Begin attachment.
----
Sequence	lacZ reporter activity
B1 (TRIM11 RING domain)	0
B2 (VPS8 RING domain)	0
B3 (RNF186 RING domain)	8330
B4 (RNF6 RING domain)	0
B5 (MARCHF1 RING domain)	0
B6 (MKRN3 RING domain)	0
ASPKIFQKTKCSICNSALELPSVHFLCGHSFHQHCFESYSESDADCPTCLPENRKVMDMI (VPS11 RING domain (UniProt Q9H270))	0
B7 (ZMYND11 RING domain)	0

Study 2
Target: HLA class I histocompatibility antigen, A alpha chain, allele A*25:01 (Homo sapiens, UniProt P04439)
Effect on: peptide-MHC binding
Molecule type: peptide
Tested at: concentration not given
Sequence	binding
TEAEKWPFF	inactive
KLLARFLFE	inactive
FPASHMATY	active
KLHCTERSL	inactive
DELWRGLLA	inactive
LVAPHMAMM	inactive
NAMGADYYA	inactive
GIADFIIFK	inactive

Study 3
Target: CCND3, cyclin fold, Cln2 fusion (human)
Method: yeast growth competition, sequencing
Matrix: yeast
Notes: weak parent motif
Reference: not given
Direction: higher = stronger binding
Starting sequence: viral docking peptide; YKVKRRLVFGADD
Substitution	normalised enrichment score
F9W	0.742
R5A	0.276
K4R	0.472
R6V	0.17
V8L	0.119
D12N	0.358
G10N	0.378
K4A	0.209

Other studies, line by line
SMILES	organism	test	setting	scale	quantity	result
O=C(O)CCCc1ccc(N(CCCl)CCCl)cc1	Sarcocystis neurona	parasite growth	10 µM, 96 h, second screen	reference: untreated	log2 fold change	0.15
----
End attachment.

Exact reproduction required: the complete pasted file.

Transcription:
Sequence	lacZ reporter activity
B1 (TRIM11 RING domain)	0
B2 (VPS8 RING domain)	0
B3 (RNF186 RING domain)	8330
B4 (RNF6 RING domain)	0
B5 (MARCHF1 RING domain)	0
B6 (MKRN3 RING domain)	0
ASPKIFQKTKCSICNSALELPSVHFLCGHSFHQHCFESYSESDADCPTCLPENRKVMDMI (VPS11 RING domain (UniProt Q9H270))	0
B7 (ZMYND11 RING domain)	0

Study 2
Target: HLA class I histocompatibility antigen, A alpha chain, allele A*25:01 (Homo sapiens, UniProt P04439)
Effect on: peptide-MHC binding
Molecule type: peptide
Tested at: concentration not given
Sequence	binding
TEAEKWPFF	inactive
KLLARFLFE	inactive
FPASHMATY	active
KLHCTERSL	inactive
DELWRGLLA	inactive
LVAPHMAMM	inactive
NAMGADYYA	inactive
GIADFIIFK	inactive

Study 3
Target: CCND3, cyclin fold, Cln2 fusion (human)
Method: yeast growth competition, sequencing
Matrix: yeast
Notes: weak parent motif
Reference: not given
Direction: higher = stronger binding
Starting sequence: viral docking peptide; YKVKRRLVFGADD
Substitution	normalised enrichment score
F9W	0.742
R5A	0.276
K4R	0.472
R6V	0.17
V8L	0.119
D12N	0.358
G10N	0.378
K4A	0.209

Other studies, line by line
SMILES	organism	test	setting	scale	quantity	result
O=C(O)CCCc1ccc(N(CCCl)CCCl)cc1	Sarcocystis neurona	parasite growth	10 µM, 96 h, second screen	reference: untreated	log2 fold change	0.15